Joint patrols will end as the US exits Iraq by the close of December. There's trepidation on both sides, as US troops answer last-minute security questions from Iraqi soldiers.
Master Sgt. Cecilio Ricardo/US Air Force
At the headquarters of the 447th Expeditionary Security Forces squadron, US troops are working 'round-the-clock to impart the last bits of knowledge they can to Iraqi forces before the clock runs out and their partnership comes to an end.
On Tuesday night they will link up with their Iraqi counterparts and together patrol the outer reaches of what’s left of the US military presence in Iraq. This includes the perimeter of the American-run airfield here, where the focus for the past 2-1/2 weeks has been on the finer points of how to keep a military base secure.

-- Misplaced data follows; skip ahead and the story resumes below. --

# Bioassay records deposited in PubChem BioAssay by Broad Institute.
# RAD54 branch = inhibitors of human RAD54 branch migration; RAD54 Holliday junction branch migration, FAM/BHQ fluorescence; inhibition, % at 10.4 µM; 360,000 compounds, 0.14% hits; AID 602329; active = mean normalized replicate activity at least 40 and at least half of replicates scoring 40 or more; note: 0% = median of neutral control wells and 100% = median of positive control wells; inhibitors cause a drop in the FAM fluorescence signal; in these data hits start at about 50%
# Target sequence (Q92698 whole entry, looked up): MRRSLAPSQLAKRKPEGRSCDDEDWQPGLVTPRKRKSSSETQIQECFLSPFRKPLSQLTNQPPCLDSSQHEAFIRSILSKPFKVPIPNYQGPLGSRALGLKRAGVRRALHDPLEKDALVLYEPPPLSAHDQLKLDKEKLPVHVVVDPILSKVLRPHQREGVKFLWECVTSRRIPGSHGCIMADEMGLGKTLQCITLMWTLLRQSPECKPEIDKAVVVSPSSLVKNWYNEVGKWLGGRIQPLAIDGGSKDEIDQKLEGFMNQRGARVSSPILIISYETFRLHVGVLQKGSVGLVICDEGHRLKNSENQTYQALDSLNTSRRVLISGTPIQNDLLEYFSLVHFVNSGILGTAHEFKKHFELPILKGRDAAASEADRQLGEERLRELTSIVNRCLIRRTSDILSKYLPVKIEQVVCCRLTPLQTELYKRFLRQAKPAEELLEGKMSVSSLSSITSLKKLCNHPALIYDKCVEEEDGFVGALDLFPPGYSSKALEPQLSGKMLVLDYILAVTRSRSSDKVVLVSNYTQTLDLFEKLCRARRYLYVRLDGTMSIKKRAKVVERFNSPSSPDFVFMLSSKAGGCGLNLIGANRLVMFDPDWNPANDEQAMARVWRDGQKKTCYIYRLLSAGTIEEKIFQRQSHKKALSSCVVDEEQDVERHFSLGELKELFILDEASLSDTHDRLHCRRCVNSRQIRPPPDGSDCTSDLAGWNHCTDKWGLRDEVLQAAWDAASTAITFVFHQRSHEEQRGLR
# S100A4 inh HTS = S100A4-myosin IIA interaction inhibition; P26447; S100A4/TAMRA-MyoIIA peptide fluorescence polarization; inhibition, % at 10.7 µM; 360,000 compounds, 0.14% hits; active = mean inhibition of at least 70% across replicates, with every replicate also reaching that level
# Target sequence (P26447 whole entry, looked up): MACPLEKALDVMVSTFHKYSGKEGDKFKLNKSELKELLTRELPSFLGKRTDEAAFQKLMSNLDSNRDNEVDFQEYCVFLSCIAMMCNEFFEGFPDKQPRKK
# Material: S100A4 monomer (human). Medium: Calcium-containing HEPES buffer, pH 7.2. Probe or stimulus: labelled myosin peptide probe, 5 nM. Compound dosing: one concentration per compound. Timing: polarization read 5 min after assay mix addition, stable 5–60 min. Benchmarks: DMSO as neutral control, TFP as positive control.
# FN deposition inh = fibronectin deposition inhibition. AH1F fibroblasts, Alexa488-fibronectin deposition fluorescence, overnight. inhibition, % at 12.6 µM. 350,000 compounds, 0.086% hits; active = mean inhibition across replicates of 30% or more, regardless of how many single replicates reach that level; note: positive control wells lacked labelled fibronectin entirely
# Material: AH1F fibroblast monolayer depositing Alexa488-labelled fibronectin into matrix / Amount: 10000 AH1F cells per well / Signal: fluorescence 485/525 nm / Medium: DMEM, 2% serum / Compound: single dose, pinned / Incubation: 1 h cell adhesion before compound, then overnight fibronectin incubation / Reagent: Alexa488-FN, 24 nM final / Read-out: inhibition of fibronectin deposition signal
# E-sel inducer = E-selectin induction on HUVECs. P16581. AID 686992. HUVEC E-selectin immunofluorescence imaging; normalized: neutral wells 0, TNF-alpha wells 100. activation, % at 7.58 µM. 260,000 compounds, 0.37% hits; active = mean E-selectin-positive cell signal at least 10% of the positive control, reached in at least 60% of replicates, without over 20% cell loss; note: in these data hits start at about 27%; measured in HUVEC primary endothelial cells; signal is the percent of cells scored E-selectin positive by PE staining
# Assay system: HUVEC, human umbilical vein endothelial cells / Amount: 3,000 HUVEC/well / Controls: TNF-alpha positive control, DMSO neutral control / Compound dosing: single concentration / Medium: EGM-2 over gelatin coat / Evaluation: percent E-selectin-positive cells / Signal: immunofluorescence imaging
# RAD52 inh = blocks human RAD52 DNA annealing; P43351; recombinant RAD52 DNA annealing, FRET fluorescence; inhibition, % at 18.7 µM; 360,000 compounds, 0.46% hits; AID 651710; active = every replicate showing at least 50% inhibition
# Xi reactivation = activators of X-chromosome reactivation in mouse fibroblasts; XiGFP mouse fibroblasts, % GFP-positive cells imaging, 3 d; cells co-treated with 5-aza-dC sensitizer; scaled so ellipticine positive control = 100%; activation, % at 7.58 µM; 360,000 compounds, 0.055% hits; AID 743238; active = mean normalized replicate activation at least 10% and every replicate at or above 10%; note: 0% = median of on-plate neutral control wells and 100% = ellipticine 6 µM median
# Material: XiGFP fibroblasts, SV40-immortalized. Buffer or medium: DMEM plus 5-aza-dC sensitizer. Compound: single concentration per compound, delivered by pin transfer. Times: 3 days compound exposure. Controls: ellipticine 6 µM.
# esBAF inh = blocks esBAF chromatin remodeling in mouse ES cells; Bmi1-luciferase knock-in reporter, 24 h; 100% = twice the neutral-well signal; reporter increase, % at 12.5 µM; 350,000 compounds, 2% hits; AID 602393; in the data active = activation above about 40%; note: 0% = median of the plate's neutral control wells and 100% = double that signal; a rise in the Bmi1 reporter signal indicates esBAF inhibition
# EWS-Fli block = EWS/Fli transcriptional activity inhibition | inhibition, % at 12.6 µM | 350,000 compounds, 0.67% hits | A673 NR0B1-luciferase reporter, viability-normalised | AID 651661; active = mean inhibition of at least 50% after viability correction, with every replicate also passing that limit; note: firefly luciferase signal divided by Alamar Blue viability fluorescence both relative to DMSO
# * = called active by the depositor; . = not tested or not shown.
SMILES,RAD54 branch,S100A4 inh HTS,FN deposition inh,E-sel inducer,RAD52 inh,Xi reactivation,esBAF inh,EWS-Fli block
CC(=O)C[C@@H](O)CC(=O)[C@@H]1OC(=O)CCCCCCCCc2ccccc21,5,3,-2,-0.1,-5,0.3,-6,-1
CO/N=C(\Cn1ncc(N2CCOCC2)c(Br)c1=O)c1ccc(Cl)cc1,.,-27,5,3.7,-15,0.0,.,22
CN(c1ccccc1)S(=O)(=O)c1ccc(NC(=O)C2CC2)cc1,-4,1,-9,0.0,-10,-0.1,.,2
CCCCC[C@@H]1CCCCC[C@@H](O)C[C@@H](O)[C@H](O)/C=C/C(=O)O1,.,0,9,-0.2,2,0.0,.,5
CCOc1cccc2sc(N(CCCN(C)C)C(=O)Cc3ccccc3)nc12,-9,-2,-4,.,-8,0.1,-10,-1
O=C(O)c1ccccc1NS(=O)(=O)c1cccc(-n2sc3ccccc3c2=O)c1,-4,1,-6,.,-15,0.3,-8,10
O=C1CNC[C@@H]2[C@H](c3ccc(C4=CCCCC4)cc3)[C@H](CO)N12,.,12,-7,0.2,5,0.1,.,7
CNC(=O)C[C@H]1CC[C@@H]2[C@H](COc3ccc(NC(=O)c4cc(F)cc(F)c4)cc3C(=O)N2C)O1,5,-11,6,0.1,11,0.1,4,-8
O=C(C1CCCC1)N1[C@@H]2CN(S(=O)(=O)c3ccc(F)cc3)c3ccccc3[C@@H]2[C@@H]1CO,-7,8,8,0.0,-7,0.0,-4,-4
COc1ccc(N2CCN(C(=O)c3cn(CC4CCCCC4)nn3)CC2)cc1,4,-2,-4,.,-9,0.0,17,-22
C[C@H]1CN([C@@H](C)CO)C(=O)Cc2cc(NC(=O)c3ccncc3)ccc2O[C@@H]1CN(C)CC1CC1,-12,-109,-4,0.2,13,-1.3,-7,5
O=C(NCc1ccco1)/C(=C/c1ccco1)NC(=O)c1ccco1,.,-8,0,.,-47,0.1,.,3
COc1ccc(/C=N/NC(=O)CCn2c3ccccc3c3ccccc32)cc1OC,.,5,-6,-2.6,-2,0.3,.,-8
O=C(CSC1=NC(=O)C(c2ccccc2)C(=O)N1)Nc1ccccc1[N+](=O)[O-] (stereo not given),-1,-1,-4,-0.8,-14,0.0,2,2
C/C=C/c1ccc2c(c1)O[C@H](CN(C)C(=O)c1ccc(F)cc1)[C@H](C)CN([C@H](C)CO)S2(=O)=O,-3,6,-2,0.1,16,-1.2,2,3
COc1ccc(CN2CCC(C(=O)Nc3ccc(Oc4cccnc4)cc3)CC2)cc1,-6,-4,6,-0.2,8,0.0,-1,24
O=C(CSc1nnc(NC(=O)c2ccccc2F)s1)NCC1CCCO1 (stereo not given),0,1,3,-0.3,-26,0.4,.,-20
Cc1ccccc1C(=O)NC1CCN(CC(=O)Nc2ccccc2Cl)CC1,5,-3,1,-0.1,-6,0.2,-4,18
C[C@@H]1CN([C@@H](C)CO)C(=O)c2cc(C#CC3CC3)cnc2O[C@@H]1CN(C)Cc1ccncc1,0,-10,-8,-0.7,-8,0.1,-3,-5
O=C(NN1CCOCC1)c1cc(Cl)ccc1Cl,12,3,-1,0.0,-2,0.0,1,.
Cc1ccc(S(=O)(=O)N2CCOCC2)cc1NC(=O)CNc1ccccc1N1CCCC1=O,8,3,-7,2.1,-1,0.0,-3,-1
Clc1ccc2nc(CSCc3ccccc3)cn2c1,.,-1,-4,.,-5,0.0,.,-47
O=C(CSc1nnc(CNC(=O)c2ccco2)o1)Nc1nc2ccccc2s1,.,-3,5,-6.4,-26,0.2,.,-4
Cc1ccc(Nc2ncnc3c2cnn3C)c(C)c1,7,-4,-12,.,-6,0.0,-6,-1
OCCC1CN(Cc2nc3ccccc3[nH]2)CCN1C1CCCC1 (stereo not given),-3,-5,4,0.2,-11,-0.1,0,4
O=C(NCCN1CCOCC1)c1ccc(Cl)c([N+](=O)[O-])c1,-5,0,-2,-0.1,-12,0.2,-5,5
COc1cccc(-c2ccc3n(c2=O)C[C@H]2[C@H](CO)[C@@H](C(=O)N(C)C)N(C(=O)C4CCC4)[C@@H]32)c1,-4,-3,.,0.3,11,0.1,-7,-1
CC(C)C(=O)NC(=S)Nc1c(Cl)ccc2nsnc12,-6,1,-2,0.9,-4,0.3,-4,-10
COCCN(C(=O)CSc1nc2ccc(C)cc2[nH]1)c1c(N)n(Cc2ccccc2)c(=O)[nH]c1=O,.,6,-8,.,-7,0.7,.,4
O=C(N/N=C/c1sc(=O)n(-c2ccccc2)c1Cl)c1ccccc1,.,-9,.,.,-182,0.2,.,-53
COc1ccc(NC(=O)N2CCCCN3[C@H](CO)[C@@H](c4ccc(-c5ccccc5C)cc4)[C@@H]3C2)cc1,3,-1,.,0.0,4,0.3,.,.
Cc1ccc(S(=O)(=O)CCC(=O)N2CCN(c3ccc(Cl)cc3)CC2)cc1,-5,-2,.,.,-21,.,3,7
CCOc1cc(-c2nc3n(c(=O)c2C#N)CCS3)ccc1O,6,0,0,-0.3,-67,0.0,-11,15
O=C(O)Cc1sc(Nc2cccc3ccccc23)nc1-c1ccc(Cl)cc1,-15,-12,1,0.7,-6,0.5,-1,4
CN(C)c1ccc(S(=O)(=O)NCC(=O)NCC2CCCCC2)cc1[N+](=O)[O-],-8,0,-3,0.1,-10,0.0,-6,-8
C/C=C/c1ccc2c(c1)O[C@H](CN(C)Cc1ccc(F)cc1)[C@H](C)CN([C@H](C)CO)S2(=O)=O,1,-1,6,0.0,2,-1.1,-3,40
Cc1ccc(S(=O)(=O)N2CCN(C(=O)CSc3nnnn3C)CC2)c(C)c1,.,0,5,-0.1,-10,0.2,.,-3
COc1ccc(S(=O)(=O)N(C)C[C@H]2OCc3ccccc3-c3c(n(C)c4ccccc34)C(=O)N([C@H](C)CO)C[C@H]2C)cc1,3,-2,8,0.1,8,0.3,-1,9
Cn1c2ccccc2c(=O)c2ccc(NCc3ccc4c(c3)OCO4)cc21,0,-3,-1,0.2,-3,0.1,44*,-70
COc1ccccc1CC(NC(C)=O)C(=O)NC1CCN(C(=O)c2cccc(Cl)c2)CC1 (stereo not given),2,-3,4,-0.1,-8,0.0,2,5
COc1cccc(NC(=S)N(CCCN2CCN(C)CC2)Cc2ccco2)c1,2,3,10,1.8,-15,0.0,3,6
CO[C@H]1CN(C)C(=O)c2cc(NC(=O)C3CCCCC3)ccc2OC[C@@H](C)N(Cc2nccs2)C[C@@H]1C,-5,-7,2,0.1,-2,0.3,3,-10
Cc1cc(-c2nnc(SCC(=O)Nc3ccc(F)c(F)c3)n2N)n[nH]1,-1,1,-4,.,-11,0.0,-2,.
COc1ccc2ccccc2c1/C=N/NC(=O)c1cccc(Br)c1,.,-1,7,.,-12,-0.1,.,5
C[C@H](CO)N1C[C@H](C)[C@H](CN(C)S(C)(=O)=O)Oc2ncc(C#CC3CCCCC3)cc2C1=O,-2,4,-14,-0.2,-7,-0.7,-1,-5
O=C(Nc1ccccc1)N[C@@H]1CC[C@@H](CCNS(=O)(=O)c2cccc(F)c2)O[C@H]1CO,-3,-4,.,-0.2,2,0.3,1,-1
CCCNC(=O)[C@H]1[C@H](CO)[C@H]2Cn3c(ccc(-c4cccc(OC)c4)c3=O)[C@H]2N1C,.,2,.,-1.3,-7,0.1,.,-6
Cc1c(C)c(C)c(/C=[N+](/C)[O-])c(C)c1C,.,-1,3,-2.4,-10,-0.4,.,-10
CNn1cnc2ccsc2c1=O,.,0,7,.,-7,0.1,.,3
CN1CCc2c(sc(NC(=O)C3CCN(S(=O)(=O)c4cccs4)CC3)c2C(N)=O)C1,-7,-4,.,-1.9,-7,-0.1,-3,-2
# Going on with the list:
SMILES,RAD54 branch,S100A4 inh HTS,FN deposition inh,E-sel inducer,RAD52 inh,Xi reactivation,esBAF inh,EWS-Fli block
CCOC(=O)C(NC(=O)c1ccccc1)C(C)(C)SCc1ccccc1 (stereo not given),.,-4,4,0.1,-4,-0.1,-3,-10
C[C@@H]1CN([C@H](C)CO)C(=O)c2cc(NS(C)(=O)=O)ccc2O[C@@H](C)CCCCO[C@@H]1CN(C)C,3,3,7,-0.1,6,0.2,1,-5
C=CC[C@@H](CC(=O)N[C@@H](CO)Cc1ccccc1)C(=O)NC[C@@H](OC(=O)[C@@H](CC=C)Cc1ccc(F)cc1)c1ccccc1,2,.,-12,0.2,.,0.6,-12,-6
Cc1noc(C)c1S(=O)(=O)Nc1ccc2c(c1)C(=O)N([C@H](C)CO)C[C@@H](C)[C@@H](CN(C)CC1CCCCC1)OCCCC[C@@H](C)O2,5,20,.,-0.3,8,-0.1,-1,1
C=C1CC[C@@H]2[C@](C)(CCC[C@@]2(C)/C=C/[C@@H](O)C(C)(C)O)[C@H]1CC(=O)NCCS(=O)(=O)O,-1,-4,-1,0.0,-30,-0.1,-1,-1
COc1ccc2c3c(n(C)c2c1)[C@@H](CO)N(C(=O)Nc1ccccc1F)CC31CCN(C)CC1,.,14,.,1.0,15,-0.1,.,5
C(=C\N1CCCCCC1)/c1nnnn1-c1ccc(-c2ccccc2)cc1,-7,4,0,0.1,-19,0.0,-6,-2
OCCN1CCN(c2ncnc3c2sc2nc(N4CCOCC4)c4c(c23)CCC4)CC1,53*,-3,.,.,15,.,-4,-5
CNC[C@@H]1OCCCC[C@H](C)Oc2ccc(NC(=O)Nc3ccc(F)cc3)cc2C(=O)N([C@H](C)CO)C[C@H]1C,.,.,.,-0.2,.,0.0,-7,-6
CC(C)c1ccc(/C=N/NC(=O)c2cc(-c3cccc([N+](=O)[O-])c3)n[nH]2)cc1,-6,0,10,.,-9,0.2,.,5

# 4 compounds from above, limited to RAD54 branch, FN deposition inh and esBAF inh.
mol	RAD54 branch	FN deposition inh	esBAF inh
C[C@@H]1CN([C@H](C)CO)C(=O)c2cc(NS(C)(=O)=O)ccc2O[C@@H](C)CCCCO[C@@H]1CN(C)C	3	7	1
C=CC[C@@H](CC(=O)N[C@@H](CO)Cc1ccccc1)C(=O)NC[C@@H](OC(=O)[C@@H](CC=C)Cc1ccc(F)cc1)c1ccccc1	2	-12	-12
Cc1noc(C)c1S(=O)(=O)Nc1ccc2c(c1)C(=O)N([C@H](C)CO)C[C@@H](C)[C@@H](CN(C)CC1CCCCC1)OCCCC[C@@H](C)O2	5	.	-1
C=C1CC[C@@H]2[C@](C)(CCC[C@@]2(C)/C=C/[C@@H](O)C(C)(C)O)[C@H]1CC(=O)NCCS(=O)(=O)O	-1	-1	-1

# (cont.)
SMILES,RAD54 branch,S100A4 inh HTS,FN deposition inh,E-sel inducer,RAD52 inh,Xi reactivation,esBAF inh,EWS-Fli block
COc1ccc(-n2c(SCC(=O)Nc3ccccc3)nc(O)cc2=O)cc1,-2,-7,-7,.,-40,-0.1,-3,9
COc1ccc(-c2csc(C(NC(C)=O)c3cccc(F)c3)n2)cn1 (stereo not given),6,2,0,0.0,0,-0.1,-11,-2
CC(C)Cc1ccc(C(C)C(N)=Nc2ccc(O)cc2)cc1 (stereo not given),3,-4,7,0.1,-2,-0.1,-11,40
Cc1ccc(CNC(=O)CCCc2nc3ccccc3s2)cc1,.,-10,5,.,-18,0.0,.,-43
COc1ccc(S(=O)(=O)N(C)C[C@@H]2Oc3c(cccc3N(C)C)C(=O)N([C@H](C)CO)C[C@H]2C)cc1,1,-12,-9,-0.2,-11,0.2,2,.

There have been lessons in the basics, too, as US troops answer last-minute questions from Iraqi soldiers on everything from the best way to check for bombs to the security benefits of simply sitting in silence, listening for unusual sounds.
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“It’ll be a new experience, and for some of them, almost scary,” says Staff Sgt. Donald Go Forth, of the departure of American forces. “A couple of them don’t necessarily want us to leave – they’ll be on their own.”
On this point, a handful of Iraqi soldiers concur as they prepare for a 12-hour overnight security shift here. They say they feel proud to finally take the reins of security for themselves, but they admit to some trepidation, too.